Dwight - Steve has said it many times, as others have too, that the interpretation that the New Testament writers give to an Old Testament passage is the correct interpretation. So Jesus is the Anointed One spoken of here, which automatically makes it a prophecy, because Jesus' anointing was close to 1000 years in the future. Likewise His ascension into heaven was shortly (about 3 1/2 years) after that. Obviously, the Lord (the Father) is in heaven (verse 4), even as He was back then, and He Himself predicts the future about His Son in verses 7-9, which is confirmed in Acts 13:33, which again speaks of Christ's ascension into heaven. David calls kings to worship the Lord (the Father) and to do homage to the Son, as if they were together in the same place - heaven. However, it seems that the Son was known as the Word back then, but David is prophesying about the resurrection of Jesus into heaven.
Having a prophetic aspect to it does not make it a prophecy per se. But, even your response acknowledges that David wasn't talking about Jesus in heaven at the time. So, I don't see how much value this has in proving your point. We all agree Jesus is in heaven now at the right hand of God.

dwight92070
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Re: Jesus is God

Post by dwight92070 » Tue Jan 25, 2022 1:25 pm

The whole context of the chapter makes it clear to anyone reading it, that to reject God's Son, the Anointed One, Christ, is to reject God. Christ had not yet physically appeared on the earth, but David, nonetheless, informs the rebelling nations and wicked kings, that they will not only suffer God's wrath, but also the wrath of the Son, if they don't repent and worship Him, i.e. the Father and the Son.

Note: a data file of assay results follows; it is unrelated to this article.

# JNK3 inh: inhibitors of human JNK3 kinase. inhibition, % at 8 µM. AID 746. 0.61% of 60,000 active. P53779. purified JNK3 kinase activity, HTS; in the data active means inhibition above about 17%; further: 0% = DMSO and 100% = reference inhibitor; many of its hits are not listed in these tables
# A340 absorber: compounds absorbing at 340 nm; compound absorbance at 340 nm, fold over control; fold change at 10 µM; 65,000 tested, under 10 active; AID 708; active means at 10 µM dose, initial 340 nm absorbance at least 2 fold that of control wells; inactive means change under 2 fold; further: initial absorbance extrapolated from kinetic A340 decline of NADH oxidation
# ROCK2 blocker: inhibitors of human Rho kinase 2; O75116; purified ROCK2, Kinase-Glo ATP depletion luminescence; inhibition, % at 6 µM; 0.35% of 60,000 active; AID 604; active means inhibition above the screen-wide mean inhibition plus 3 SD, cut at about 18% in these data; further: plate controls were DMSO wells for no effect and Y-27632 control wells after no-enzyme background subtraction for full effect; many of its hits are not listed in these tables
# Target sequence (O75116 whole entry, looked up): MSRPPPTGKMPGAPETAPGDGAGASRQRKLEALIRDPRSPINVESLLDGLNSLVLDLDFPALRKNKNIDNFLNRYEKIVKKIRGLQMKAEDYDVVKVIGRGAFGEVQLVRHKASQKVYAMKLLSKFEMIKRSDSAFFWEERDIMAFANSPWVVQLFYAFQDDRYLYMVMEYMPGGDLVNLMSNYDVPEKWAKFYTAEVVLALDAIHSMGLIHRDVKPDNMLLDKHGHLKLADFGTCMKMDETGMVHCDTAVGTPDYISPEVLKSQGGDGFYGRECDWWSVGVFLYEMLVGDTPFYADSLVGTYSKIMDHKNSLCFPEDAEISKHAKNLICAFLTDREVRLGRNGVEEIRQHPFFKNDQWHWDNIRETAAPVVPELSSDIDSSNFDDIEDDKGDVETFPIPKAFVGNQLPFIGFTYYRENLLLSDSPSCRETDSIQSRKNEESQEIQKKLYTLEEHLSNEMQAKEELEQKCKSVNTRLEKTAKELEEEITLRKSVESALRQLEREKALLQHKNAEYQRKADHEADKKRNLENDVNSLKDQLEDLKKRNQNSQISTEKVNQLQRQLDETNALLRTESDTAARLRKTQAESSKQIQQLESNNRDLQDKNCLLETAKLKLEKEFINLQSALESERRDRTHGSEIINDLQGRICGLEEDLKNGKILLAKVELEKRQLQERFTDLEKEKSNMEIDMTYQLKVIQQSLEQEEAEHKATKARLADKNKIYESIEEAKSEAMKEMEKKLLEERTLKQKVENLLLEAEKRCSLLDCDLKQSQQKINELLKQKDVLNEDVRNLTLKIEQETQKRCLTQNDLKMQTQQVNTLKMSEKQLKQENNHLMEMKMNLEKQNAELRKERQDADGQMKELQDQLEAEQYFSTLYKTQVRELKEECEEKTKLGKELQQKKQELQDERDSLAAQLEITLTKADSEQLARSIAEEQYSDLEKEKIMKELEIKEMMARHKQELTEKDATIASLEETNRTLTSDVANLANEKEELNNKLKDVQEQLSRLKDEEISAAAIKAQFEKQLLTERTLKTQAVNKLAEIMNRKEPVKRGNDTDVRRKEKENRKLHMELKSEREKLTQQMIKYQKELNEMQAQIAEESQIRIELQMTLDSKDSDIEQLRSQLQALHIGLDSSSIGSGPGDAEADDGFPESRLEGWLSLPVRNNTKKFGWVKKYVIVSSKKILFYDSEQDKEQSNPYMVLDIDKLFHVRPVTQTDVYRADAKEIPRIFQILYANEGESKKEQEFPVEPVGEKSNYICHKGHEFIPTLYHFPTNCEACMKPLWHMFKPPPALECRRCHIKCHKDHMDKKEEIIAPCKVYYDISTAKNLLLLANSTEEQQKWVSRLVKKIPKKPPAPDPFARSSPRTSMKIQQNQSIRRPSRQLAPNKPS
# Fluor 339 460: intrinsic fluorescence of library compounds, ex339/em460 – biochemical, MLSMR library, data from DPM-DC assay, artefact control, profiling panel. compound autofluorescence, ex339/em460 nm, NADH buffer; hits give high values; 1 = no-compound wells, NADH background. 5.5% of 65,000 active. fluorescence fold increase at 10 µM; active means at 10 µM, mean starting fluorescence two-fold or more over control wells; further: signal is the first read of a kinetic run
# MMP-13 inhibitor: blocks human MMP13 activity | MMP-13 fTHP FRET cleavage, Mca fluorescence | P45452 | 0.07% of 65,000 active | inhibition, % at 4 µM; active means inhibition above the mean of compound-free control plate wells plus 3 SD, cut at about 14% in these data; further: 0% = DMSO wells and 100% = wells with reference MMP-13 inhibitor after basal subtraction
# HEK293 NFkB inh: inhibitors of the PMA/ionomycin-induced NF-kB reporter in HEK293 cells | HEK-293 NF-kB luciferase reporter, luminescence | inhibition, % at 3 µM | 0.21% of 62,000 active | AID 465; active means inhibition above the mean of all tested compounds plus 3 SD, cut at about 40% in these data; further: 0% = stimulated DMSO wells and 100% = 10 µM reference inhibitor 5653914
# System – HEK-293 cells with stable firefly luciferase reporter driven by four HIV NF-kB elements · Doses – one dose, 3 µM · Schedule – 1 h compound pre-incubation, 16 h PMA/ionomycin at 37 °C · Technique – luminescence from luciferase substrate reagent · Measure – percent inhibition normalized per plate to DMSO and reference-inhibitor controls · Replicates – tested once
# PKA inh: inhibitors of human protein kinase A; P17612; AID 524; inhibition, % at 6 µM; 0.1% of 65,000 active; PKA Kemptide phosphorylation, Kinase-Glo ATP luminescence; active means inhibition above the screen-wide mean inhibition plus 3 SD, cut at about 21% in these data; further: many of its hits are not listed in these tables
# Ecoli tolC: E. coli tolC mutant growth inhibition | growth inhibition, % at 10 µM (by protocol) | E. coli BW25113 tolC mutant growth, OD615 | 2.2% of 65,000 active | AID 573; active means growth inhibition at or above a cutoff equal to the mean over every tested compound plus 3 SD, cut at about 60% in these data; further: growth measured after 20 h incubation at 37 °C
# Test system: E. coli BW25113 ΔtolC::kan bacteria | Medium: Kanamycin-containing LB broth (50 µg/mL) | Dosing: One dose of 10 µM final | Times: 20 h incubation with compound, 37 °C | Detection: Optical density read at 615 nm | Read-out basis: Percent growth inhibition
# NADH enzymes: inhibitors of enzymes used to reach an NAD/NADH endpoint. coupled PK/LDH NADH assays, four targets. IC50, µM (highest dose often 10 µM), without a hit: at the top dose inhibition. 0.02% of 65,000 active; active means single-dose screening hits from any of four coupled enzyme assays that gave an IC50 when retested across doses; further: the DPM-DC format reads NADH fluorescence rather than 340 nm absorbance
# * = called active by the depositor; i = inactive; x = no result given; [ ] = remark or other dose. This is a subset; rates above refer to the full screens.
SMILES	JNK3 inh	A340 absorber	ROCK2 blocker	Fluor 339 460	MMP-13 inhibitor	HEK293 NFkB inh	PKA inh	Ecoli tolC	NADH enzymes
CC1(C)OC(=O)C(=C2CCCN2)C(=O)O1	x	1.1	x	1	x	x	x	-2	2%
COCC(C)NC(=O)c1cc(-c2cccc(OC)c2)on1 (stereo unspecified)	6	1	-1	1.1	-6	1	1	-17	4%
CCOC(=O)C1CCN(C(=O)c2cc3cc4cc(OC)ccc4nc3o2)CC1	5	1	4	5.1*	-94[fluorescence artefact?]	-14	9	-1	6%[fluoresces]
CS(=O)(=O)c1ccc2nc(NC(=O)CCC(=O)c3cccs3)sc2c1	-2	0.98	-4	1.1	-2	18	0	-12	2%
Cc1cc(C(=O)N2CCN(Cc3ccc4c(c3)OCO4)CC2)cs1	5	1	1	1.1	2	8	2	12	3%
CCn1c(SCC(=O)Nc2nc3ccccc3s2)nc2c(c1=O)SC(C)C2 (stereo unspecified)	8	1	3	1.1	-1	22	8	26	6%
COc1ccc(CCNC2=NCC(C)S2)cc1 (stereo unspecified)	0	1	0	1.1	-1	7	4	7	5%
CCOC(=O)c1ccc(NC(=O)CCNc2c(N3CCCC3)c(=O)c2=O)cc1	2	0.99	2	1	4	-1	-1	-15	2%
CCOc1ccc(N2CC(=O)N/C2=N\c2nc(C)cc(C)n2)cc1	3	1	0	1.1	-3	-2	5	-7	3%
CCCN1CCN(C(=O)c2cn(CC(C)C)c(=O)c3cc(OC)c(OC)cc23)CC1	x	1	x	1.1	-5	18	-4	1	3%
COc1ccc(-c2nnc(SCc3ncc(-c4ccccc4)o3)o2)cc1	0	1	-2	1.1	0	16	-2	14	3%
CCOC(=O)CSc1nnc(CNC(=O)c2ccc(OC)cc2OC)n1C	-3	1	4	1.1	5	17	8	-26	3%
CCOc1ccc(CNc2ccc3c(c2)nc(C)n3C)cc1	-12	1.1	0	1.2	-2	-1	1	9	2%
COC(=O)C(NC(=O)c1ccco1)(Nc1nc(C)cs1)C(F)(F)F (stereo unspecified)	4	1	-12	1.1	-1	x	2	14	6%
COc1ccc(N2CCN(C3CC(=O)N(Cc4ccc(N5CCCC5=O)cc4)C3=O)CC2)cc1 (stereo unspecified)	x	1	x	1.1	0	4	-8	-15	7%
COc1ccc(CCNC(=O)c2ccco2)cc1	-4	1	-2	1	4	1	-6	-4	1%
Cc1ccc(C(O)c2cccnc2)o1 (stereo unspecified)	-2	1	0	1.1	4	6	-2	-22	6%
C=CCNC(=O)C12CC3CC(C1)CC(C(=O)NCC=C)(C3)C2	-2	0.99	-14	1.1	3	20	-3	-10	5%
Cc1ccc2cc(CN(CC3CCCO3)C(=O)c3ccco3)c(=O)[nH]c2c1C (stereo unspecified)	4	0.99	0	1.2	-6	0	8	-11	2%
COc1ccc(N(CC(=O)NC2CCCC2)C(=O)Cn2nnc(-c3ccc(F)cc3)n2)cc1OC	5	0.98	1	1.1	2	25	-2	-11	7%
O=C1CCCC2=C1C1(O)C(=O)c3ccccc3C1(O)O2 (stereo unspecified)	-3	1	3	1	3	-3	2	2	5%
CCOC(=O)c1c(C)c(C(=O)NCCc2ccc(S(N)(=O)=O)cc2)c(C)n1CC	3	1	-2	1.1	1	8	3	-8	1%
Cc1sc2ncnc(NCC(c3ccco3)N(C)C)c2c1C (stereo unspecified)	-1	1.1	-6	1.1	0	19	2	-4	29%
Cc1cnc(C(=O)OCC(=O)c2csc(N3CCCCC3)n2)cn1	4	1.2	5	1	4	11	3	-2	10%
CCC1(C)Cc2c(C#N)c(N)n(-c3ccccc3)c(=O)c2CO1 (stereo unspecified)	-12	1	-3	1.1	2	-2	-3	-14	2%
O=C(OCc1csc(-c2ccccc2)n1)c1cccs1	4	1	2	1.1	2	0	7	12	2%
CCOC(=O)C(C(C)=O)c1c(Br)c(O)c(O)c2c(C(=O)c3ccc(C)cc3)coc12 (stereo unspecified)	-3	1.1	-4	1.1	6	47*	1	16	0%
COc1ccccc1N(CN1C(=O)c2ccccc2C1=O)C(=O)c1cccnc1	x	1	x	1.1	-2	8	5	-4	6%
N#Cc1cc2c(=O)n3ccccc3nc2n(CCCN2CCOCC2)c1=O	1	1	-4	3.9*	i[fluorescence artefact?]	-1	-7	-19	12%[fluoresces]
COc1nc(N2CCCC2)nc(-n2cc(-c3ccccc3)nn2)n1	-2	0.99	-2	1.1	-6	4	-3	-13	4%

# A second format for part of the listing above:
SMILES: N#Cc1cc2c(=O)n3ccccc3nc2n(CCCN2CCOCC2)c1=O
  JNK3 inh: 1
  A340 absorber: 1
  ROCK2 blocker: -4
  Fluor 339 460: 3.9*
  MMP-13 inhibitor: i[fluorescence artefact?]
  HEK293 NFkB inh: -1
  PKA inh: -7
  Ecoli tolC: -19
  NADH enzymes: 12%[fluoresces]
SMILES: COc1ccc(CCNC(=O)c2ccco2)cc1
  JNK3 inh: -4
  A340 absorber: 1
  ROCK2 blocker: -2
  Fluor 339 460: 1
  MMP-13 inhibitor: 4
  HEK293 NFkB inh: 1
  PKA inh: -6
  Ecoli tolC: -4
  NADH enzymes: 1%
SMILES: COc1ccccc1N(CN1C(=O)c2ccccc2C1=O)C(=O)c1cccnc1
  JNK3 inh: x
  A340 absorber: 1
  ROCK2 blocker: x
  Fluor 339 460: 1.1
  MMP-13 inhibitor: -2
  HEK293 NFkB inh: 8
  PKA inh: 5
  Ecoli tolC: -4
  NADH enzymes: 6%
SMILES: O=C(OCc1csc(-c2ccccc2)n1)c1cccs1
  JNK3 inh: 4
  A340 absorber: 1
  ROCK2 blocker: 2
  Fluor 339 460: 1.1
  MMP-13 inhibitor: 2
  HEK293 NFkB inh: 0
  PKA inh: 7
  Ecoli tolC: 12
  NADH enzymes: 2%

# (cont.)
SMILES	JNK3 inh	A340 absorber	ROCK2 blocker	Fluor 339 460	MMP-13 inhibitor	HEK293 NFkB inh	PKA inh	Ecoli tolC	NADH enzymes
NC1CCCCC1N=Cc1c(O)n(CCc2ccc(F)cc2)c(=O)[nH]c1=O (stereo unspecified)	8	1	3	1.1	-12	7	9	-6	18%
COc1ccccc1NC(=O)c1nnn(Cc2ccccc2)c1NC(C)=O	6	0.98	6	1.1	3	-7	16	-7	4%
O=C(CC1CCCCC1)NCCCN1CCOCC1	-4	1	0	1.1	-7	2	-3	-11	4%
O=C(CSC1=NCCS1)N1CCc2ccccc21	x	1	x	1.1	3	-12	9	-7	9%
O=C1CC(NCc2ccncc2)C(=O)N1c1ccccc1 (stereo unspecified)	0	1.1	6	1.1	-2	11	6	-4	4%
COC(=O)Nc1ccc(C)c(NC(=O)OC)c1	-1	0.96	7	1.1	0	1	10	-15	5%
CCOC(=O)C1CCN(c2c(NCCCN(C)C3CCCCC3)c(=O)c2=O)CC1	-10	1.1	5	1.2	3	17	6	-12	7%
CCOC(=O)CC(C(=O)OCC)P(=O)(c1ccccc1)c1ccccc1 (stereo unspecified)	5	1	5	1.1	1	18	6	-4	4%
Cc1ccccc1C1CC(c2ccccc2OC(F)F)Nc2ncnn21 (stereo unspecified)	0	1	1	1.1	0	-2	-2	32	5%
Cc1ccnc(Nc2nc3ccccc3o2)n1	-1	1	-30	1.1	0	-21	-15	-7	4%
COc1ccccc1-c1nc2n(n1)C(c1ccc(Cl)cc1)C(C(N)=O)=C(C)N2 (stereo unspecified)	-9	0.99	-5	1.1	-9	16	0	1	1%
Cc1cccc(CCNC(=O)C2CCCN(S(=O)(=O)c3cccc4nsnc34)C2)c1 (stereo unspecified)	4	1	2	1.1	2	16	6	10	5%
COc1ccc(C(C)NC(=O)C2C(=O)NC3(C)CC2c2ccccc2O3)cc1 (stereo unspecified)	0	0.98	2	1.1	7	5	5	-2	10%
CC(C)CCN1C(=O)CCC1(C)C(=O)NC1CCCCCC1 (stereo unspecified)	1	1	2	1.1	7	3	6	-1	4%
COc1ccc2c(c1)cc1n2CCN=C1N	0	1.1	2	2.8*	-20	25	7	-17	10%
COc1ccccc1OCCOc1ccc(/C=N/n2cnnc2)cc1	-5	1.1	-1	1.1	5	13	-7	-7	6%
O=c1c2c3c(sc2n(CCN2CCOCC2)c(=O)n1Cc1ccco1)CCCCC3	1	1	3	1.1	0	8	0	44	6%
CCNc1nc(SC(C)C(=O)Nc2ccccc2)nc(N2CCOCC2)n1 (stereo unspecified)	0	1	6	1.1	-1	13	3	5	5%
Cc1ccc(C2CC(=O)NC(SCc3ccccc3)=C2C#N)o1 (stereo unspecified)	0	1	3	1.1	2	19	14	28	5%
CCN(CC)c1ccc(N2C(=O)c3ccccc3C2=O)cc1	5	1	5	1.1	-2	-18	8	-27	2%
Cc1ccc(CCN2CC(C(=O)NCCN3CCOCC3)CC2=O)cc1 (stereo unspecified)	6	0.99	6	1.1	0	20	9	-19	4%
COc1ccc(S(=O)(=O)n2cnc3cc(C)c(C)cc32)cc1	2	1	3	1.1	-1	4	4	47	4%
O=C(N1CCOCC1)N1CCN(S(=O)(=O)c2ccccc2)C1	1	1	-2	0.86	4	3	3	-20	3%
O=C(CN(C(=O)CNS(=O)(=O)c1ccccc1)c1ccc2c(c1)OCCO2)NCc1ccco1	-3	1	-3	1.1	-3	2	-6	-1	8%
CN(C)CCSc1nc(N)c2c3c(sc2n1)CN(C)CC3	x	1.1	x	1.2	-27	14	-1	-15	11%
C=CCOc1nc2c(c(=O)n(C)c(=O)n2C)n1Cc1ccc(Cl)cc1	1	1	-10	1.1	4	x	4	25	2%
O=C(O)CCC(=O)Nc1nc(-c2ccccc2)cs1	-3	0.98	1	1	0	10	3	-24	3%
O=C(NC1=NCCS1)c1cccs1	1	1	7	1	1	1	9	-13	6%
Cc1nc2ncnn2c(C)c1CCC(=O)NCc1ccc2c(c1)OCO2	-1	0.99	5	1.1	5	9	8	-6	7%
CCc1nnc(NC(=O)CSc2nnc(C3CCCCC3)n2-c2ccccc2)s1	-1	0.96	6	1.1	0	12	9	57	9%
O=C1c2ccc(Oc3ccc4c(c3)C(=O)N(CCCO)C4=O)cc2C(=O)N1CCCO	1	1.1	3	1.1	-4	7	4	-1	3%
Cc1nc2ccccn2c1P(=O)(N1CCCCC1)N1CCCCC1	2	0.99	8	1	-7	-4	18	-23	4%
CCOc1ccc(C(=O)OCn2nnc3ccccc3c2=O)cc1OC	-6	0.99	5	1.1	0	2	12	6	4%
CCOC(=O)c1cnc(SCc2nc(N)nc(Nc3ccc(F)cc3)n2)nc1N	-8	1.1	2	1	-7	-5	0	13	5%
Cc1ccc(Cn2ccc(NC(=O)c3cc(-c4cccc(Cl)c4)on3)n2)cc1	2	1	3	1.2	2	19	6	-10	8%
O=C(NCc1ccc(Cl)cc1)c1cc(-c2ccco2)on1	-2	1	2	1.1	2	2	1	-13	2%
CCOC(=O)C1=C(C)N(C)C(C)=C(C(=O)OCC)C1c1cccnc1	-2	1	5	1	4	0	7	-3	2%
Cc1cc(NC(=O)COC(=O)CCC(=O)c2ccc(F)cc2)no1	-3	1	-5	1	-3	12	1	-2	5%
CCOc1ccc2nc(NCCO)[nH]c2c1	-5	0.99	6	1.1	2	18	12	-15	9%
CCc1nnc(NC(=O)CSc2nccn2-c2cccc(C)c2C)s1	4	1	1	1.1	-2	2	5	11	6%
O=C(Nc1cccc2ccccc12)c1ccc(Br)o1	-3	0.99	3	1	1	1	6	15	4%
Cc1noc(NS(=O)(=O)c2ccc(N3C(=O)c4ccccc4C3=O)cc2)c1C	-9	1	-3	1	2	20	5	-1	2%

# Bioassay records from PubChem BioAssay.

The apostle John tells us that Christ was actually "The Word" back then, but David, being a prophet, prophesied and called Him God's "Anointed" and God's Son. David clearly is inspired by God here to, in essence, connect the Old Testament with the New, in equating the wrath of God with the wrath of His Son, and equating the worship of God with the worship of His Son. So it is obvious, that they indeed are One.

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darinhouston
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Re: Jesus is God

Post by darinhouston » Tue Jan 25, 2022 4:25 pm

dwight92070 wrote:
Tue Jan 25, 2022 1:25 pm
The whole context of the chapter makes it clear to anyone reading it, that to reject God's Son, the Anointed One, Christ, is to reject God. Christ had not yet physically appeared on the earth, but David, nonetheless, informs the rebelling nations and wicked kings, that they will not only suffer God's wrath, but also the wrath of the Son, if they don't repent and worship Him, i.e. the Father and the Son.

The apostle John tells us that Christ was actually "The Word" back then, but David, being a prophet, prophesied and called Him God's "Anointed" and God's Son. David clearly is inspired by God here to, in essence, connect the Old Testament with the New, in equating the wrath of God with the wrath of His Son, and equating the worship of God with the worship of His Son. So it is obvious, that they indeed are One.
Rejecting David or rejecting Israel was also rejecting God. That doesn't make them God.

The apostle John tells us that The Word was something in the beginning (though what beginning is unclear) and that it was "like God" or made of "God stuff" or "aligned with God" or the like (the grammar is awkward and somewhat ambiguous) -- but he doesn't tell us that Christ WAS that Word (that's an inference). Only that that Word became enfleshed in Christ. Don't put words in John's mouth. You act like you are quoting, but you are interpreting. You "could" be right, but it's only "argument." There is a reason John didn't say "Christ" was in the beginning with God. We all have to interpret what he meant, but he didn't say what you say he said.